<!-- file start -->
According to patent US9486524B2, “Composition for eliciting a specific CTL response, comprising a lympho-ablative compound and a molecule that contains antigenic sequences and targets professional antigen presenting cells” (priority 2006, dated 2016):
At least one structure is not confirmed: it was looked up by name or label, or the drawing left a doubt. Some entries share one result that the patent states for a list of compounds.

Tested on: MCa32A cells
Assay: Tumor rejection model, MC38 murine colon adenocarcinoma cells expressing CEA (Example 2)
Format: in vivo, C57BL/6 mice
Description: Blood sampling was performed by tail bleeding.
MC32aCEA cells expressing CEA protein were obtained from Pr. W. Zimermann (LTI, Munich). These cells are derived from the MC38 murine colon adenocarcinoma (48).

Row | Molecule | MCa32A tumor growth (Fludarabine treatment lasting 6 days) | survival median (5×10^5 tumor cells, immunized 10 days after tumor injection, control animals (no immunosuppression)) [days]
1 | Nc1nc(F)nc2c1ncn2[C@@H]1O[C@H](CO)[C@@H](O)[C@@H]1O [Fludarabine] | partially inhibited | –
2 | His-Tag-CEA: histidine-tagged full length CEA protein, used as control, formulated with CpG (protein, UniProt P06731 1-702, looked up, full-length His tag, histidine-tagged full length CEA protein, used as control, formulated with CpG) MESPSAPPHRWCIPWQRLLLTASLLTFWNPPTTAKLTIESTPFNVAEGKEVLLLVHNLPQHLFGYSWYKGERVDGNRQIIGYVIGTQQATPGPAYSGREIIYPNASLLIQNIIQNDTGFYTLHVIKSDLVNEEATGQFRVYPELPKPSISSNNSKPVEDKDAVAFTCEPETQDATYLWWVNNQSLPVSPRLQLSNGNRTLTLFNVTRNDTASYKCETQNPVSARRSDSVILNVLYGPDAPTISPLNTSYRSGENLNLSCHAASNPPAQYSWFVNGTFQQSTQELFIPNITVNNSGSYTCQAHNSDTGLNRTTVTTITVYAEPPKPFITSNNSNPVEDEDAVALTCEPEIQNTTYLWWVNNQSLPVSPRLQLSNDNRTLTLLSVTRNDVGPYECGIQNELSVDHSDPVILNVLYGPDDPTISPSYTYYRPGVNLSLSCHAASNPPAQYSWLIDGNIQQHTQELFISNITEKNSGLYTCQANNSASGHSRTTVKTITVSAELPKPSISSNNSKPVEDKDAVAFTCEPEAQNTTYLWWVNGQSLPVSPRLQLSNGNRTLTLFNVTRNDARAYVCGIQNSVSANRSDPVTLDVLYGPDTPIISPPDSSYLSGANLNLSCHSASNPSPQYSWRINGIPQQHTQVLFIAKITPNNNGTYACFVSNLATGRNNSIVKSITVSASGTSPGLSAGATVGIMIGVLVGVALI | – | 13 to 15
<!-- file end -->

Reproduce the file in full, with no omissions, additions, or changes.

According to patent US9486524B2, “Composition for eliciting a specific CTL response, comprising a lympho-ablative compound and a molecule that contains antigenic sequences and targets professional antigen presenting cells” (priority 2006, dated 2016):
At least one structure is not confirmed: it was looked up by name or label, or the drawing left a doubt. Some entries share one result that the patent states for a list of compounds.

Tested on: MCa32A cells
Assay: Tumor rejection model, MC38 murine colon adenocarcinoma cells expressing CEA (Example 2)
Format: in vivo, C57BL/6 mice
Description: Blood sampling was performed by tail bleeding.
MC32aCEA cells expressing CEA protein were obtained from Pr. W. Zimermann (LTI, Munich). These cells are derived from the MC38 murine colon adenocarcinoma (48).

Row | Molecule | MCa32A tumor growth (Fludarabine treatment lasting 6 days) | survival median (5×10^5 tumor cells, immunized 10 days after tumor injection, control animals (no immunosuppression)) [days]
1 | Nc1nc(F)nc2c1ncn2[C@@H]1O[C@H](CO)[C@@H](O)[C@@H]1O [Fludarabine] | partially inhibited | –
2 | His-Tag-CEA: histidine-tagged full length CEA protein, used as control, formulated with CpG (protein, UniProt P06731 1-702, looked up, full-length His tag, histidine-tagged full length CEA protein, used as control, formulated with CpG) MESPSAPPHRWCIPWQRLLLTASLLTFWNPPTTAKLTIESTPFNVAEGKEVLLLVHNLPQHLFGYSWYKGERVDGNRQIIGYVIGTQQATPGPAYSGREIIYPNASLLIQNIIQNDTGFYTLHVIKSDLVNEEATGQFRVYPELPKPSISSNNSKPVEDKDAVAFTCEPETQDATYLWWVNNQSLPVSPRLQLSNGNRTLTLFNVTRNDTASYKCETQNPVSARRSDSVILNVLYGPDAPTISPLNTSYRSGENLNLSCHAASNPPAQYSWFVNGTFQQSTQELFIPNITVNNSGSYTCQAHNSDTGLNRTTVTTITVYAEPPKPFITSNNSNPVEDEDAVALTCEPEIQNTTYLWWVNNQSLPVSPRLQLSNDNRTLTLLSVTRNDVGPYECGIQNELSVDHSDPVILNVLYGPDDPTISPSYTYYRPGVNLSLSCHAASNPPAQYSWLIDGNIQQHTQELFISNITEKNSGLYTCQANNSASGHSRTTVKTITVSAELPKPSISSNNSKPVEDKDAVAFTCEPEAQNTTYLWWVNGQSLPVSPRLQLSNGNRTLTLFNVTRNDARAYVCGIQNSVSANRSDPVTLDVLYGPDTPIISPPDSSYLSGANLNLSCHSASNPSPQYSWRINGIPQQHTQVLFIAKITPNNNGTYACFVSNLATGRNNSIVKSITVSASGTSPGLSAGATVGIMIGVLVGVALI | – | 13 to 15